Help Yarnivors4Vets make blankets
Sandra Breuer is a self-professed yarnivore.
"I devour yarn," she says of her passion for crocheting.
She also has a heart full of gratitude for veterans and recognizes that homelessness is an issue with veterans and others in Oregon. As a Clackamas County employee she was aware of the Clackamas County Veterans Village, a transitional community for veterans. The county has set a goal to end veterans' homelessness by 2019. As a significant step toward that goal the county is working with Catholic Charities, and it is also collaborating with partners at Portland State University and City Repair to design and construct a temporary transitional shelter community on county-owned property.
"Exciting stuff," says Breuer. "In November 2017, it occurred to me that these veterans are going to need things. And since I'm a crocheting fiend, my next thought went to blankets." She reached out to the Clackamas County employees who crotched or knitted for help.
"I'll be honest I thought that maybe I would get 10 people to volunteer, that would be including myself and a friend," she said. "By the time the blankets were completed I had 97 volunteers. And to make it even more exciting, I've been contacted by several community members and organizations. On Feb. 22, 2018 we delivered 30 blankets to the board of commissioners of Clackamas County. It was an amazing moment. But what made our hearts swell was the outpouring of love for all our vets from all of our community."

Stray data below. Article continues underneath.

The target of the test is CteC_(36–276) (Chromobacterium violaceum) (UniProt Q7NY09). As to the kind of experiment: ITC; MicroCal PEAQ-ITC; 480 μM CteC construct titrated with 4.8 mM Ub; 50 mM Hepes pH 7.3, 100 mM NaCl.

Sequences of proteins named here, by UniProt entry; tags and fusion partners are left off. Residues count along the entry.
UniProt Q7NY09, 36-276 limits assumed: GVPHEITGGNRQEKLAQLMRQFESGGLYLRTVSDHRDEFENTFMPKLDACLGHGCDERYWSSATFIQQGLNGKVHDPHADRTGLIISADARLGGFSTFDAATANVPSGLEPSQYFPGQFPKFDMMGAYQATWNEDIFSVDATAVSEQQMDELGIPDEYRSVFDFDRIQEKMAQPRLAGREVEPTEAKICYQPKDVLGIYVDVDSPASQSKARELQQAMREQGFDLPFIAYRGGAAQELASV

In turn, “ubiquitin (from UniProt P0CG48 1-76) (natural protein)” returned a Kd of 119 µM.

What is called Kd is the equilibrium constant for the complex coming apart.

Breuer had many requests to keep the project going, so "now we make blankets, scarves, hats and pet blankets for any vet that needs them."
What began as a one-time project has morphed into Yarnivores4Vets, an organization which will soon have nonprofit status. Breuer says they are still working on blankets to supply the veterans at Veterans Village, and need help to do so.
Breuer invites all those who knit or crochet to join the effort. To make the projects manageable, Breuer says blankets are made of eight-inch squares, with several people working on each blanket.
"Ever heard of spreading the love?" Breuer said. "That's exactly what we're doing here." Once a blanket is completed a thank you note is written to the veteran recipient, signed with the names of every person who work on that particular item.
"We want each veteran to know and see just how many people care for them and are thankful for their sacrifice," Breuer said.
Breuer says the organization needs volunteers to help with knitting and crocheting and to donate yarn and cash for materials.
"It's fun and easy work to do on your lunch hour or on vacation," she says. "And the small-sized squares make them easy to complete."
Breuer says the project is helping keep the arts of knitting and crocheting alive as well.
"Crocheting is kind of the black sheep of the fiber world," she said. "Most people are knitters, but this is a way to share this art along with love and laughter. It's the lighter side of supporting our vets."
Yarnivores4Vets also makes scarves, hats and pet blankets.
To learn more about the project visit yarnivores4vets.com or call Breuer at 503-912-4477.
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